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zerobinary
July 4th, 2007, 04:53 AM
i don't get what is loop invariant mean
can someone plz help me

hod139
July 4th, 2007, 07:39 PM
Here is wikipedia's definition: http://en.wikipedia.org/wiki/Loop_invariant
What don't you get?

zerobinary
July 4th, 2007, 08:13 PM
i don't get what is invariant and
this means a loop invariant is an invariant used to prove properties of loops.
so loop invariant is something that is not changing ???????
and that do they mean by a predicate that will always keeps its truth value throughout a specific sequence of operations, is called (an) invariant to that sequence.

Paul820
July 5th, 2007, 01:21 AM
zerobinary, it tells you in the book what an invariant is. It's chapter 2 - section 2.3.2 'Designing a while statement'. If you read that section he tells you all you need to know.

zerobinary
July 5th, 2007, 04:19 AM
i did he say is something unchange but the point is i don't quite get what did he meant
and i have read it 3 time just don't understand
i know i sounds like a lie but it is the truth i seriously don't get what does he means plz come back and help me plz
I asked because after reading that section i don't get it
they say loop invariant which is a property that we assert will be true about a while each time it is about to test its condition which I still don't get it after reading it more than 3 times plz come back and help
i need ur help and is invariant same as loop invariant because it looks kind of the same in accelerated c++
they give us an example like this in the book
but i still don't get it


//invariant:we have written r rows so far
int r=0
while (r!=rows) {
//we can assume that the invariant is true here
//writing a row of output makes the invariant false
std::cout<<std::endl;
//incrementing r makes the invariant true again
++r;
}
basically i don't get what does their comment mean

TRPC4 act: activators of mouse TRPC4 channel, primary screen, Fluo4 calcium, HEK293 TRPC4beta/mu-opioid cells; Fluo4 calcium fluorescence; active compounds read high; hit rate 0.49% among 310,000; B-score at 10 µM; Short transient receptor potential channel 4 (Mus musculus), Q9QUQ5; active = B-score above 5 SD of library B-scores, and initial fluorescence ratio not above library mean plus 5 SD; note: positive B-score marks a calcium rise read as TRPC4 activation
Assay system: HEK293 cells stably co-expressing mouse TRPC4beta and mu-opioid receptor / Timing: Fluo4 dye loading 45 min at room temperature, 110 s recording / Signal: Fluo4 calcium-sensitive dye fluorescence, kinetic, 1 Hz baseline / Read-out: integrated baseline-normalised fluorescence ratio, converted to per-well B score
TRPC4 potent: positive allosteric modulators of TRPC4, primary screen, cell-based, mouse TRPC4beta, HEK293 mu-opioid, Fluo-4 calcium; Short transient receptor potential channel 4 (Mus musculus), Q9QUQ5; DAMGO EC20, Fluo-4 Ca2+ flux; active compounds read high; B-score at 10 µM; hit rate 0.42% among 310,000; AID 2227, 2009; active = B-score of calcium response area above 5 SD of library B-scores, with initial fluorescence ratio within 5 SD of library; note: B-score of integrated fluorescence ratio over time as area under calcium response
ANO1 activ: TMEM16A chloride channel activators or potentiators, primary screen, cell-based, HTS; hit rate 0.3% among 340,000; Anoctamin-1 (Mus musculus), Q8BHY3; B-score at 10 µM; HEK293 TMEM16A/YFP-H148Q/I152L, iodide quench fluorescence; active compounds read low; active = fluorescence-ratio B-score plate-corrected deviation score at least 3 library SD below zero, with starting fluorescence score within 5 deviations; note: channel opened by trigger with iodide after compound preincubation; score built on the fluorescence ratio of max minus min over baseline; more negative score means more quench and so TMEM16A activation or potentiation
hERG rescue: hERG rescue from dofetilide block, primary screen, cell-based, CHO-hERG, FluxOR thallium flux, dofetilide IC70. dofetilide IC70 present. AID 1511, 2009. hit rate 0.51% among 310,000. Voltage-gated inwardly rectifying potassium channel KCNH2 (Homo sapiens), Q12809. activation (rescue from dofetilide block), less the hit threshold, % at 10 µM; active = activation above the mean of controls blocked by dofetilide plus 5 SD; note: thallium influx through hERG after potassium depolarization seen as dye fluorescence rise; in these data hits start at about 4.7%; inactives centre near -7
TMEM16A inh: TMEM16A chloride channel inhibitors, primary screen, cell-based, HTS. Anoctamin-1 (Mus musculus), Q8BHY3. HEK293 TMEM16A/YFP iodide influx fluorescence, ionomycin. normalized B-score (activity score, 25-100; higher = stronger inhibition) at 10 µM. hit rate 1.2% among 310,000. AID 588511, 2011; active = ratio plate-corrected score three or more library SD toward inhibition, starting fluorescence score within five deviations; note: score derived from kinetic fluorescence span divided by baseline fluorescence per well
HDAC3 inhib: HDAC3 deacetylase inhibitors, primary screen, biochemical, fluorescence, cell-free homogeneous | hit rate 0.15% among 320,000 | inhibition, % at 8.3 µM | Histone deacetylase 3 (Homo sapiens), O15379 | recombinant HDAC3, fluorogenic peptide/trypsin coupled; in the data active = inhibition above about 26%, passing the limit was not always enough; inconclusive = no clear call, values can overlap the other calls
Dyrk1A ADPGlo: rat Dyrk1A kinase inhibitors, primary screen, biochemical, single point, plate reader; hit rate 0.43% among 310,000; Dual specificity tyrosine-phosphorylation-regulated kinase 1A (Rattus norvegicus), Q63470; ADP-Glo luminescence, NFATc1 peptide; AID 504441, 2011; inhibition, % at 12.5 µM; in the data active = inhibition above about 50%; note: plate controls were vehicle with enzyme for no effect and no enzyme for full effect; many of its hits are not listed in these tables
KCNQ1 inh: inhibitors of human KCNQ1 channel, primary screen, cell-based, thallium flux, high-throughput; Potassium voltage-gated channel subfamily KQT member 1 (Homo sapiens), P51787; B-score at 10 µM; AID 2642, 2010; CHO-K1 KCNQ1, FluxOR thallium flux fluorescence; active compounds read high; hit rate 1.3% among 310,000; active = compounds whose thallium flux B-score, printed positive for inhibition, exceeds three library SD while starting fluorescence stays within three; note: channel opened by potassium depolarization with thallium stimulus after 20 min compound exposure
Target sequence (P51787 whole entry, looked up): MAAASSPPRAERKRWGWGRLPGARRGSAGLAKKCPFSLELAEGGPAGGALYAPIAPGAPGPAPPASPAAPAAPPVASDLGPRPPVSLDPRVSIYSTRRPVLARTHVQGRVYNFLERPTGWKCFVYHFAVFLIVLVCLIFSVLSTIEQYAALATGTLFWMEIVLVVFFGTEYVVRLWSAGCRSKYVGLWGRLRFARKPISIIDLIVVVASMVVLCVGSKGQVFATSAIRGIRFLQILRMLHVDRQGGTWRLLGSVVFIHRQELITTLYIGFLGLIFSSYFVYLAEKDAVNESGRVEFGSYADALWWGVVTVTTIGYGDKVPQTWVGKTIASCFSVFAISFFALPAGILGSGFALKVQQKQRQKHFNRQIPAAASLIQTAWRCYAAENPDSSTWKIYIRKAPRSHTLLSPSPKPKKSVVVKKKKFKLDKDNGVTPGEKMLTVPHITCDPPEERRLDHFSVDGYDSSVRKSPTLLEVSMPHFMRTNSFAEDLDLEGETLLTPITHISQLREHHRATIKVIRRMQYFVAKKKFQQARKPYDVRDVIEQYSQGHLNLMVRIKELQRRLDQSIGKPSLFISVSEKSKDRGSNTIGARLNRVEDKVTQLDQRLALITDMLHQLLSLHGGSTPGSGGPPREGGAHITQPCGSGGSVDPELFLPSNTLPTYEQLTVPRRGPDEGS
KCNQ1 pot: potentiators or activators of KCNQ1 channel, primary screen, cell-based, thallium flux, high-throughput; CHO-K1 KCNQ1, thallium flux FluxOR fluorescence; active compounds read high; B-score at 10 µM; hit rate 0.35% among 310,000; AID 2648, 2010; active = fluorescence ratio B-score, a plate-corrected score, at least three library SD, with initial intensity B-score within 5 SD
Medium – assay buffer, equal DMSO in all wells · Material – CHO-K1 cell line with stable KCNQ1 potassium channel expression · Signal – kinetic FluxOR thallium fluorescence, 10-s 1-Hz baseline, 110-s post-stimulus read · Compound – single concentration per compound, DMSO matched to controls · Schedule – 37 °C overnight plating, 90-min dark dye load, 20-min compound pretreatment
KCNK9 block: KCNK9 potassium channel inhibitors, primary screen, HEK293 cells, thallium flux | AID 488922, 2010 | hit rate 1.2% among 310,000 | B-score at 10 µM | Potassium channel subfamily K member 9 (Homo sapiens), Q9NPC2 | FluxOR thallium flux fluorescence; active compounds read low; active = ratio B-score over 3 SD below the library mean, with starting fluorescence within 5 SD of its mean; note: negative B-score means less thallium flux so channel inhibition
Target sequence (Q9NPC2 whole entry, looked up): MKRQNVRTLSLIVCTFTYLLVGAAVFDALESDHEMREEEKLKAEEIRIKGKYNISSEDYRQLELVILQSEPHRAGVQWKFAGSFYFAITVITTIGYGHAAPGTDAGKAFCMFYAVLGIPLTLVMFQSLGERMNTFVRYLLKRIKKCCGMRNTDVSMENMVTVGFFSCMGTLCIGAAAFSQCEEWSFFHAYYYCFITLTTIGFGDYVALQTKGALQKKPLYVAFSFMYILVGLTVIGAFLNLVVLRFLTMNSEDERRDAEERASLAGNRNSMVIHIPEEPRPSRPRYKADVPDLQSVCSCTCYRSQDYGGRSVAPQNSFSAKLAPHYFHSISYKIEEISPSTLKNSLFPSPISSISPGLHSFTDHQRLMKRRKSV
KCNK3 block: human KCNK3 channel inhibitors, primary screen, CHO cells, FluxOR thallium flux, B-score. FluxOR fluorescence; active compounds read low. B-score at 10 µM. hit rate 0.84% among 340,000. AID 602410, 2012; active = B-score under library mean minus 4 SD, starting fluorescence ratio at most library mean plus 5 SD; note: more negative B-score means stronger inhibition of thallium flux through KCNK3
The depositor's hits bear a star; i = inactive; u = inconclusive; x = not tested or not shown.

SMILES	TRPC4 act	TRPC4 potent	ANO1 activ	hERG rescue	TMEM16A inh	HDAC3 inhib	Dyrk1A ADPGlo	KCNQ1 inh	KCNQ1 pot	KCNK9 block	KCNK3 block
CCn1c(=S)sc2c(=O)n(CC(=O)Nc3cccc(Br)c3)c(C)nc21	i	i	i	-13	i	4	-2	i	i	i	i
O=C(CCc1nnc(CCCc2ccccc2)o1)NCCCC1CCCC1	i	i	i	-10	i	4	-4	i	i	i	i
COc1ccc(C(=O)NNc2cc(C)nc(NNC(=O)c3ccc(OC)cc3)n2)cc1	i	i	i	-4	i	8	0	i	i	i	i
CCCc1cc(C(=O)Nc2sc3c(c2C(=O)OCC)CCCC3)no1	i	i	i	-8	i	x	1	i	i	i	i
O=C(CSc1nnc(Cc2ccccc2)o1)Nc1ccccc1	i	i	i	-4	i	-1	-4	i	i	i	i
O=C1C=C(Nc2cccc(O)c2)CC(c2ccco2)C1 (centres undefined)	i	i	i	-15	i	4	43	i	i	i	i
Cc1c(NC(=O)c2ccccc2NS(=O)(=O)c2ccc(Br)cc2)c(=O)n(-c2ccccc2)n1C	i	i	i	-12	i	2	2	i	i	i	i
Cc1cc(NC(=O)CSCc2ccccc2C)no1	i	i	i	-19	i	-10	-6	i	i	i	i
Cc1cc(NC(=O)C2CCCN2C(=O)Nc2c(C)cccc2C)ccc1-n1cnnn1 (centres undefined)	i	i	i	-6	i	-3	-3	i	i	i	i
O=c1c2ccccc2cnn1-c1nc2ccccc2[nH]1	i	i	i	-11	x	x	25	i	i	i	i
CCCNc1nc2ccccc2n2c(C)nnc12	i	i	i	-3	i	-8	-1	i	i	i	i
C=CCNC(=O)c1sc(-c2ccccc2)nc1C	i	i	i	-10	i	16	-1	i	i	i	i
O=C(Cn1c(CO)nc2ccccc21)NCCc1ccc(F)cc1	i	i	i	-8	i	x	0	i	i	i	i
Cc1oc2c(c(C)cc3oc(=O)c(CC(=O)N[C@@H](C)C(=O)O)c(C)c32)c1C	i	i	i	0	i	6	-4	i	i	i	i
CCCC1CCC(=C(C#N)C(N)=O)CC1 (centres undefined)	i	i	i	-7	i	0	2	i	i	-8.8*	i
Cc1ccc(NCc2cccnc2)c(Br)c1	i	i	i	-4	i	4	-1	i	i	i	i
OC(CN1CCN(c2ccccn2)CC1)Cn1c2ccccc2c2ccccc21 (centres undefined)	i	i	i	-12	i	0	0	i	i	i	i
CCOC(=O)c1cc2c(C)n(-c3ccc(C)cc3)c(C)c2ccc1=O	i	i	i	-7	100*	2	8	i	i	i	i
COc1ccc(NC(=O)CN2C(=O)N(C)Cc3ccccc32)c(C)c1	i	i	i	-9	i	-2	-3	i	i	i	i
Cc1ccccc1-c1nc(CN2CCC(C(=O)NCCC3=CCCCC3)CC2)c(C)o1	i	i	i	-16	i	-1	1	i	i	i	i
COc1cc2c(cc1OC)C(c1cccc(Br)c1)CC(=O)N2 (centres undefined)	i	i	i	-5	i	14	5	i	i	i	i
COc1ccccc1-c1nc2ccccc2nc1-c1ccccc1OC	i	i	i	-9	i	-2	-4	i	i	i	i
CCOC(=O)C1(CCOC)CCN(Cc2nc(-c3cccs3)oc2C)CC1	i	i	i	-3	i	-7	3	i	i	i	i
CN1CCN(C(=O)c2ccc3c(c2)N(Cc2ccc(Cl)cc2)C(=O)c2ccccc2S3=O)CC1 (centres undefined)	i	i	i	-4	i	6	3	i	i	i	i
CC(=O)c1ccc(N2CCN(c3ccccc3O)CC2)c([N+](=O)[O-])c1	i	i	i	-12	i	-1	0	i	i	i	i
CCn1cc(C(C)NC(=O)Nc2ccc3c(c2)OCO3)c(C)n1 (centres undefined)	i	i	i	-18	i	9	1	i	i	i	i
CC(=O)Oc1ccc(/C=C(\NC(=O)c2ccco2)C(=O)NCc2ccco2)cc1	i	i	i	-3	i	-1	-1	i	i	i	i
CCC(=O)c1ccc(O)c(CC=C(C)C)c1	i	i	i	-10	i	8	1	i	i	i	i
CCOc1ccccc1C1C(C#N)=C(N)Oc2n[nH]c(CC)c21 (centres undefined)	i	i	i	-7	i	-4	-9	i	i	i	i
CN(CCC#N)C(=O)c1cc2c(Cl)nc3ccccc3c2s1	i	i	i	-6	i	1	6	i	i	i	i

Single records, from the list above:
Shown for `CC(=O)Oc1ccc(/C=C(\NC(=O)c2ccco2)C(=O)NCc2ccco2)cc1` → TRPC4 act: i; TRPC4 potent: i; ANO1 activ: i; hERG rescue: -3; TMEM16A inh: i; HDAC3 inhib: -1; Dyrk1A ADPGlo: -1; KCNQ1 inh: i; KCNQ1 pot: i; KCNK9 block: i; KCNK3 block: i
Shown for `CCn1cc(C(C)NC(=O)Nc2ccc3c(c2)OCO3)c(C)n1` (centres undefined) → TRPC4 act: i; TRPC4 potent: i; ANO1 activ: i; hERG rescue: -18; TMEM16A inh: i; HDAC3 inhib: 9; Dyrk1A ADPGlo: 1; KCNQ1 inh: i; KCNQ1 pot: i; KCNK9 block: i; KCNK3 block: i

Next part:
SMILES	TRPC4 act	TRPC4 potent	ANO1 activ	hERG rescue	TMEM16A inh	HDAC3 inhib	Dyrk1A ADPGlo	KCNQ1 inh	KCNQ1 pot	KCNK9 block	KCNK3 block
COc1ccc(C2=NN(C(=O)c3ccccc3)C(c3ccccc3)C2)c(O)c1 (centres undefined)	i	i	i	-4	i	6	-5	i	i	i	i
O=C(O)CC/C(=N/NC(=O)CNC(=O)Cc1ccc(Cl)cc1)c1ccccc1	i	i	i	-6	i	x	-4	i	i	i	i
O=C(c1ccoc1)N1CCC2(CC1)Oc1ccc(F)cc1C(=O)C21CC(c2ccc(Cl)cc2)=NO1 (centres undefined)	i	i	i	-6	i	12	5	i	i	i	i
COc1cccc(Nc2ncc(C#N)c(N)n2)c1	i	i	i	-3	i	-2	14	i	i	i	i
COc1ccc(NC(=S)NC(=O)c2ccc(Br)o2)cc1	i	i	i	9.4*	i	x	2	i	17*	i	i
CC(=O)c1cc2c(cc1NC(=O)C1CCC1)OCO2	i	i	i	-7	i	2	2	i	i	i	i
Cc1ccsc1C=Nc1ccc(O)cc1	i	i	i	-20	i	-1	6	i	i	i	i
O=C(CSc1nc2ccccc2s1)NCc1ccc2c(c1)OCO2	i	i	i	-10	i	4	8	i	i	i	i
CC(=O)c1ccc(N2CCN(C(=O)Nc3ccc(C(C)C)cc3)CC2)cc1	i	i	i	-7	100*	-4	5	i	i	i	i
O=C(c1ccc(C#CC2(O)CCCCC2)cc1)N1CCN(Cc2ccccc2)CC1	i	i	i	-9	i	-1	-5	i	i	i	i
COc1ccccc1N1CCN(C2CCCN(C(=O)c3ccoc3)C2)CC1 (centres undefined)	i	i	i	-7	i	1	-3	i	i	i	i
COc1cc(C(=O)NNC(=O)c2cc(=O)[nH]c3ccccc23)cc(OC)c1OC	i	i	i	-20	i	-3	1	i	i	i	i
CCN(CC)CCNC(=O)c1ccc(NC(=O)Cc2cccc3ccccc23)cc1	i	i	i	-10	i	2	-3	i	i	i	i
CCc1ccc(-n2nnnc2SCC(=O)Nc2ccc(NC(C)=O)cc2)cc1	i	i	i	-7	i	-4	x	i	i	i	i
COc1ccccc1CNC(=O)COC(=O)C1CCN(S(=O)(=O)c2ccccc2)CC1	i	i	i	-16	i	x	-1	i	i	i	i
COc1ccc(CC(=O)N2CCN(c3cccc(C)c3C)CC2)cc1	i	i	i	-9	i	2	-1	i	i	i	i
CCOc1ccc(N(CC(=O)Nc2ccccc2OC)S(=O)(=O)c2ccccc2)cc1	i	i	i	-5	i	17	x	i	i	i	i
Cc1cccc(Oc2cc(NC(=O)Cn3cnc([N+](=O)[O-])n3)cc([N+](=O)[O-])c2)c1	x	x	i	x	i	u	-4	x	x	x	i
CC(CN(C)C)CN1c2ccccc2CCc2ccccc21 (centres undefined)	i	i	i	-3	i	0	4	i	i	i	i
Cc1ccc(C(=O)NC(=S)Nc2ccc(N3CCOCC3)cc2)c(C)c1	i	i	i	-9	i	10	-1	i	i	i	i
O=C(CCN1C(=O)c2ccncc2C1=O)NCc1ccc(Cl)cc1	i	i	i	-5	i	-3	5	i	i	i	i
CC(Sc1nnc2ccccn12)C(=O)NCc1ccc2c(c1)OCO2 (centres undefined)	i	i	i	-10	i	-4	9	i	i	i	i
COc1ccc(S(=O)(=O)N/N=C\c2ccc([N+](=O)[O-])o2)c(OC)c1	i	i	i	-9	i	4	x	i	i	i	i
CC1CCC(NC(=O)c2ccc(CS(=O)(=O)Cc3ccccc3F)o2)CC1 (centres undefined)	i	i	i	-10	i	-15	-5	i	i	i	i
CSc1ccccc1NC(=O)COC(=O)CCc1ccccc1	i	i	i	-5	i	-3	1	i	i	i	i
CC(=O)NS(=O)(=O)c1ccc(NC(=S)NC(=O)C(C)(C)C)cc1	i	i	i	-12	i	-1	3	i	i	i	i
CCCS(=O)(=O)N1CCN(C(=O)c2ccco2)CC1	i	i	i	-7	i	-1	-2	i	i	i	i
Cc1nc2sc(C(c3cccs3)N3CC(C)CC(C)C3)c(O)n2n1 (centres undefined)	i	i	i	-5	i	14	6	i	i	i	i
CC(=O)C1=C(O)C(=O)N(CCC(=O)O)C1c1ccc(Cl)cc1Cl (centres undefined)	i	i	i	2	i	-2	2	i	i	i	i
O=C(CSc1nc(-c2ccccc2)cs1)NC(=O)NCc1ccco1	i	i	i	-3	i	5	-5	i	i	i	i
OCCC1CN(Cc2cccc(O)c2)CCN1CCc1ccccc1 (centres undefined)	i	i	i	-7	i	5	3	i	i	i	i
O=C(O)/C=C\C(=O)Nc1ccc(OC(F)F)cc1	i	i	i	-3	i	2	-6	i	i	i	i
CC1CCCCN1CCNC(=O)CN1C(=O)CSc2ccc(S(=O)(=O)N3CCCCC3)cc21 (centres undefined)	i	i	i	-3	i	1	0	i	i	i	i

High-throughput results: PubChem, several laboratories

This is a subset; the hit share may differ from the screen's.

nitro_n2o
July 5th, 2007, 10:55 AM
First of all a predicate is a term used in Logic, which means a statement that is either true or false..
An invariant is not something essential to completely understand in order to program. It's mainly used to verify the correctness of your program in terms of logic and computations. You need this when you are trying to mathematically prove that your program will do what it should do. (YES,it's PAIN)

Simply, and invariant is something you assume it has a certain value, most of the time the value TRUE, before executing the loop and it should hold the same value when the loop is over.

In the while loop example you posted, i think wht they r trying to say is that "r" denotes the number of rows (lines) written to the screen in total..
Assuming that you haven't written anything you started with r=0 (TRUE), then without looking at the loop if you state that r is an invariant that represents number of line written, everybody should believe it.... Why? because, in your implementation you output a line and increment r. Thus, regardless whatever you do, "r" will be the number of line written by the loop

Hope that helps

Paul820
July 5th, 2007, 01:09 PM
zerobinary, nirto_n2o has explained it for you. Don't worry about it too much. It's not imperative that you learn it but it does help. If you need some more help just ask. I will try to answer the best i can.

zerobinary
July 5th, 2007, 08:35 PM
thx for the help u has offered me and thx i have finally understand what does it mean and thank u for taking ur precious moment to help me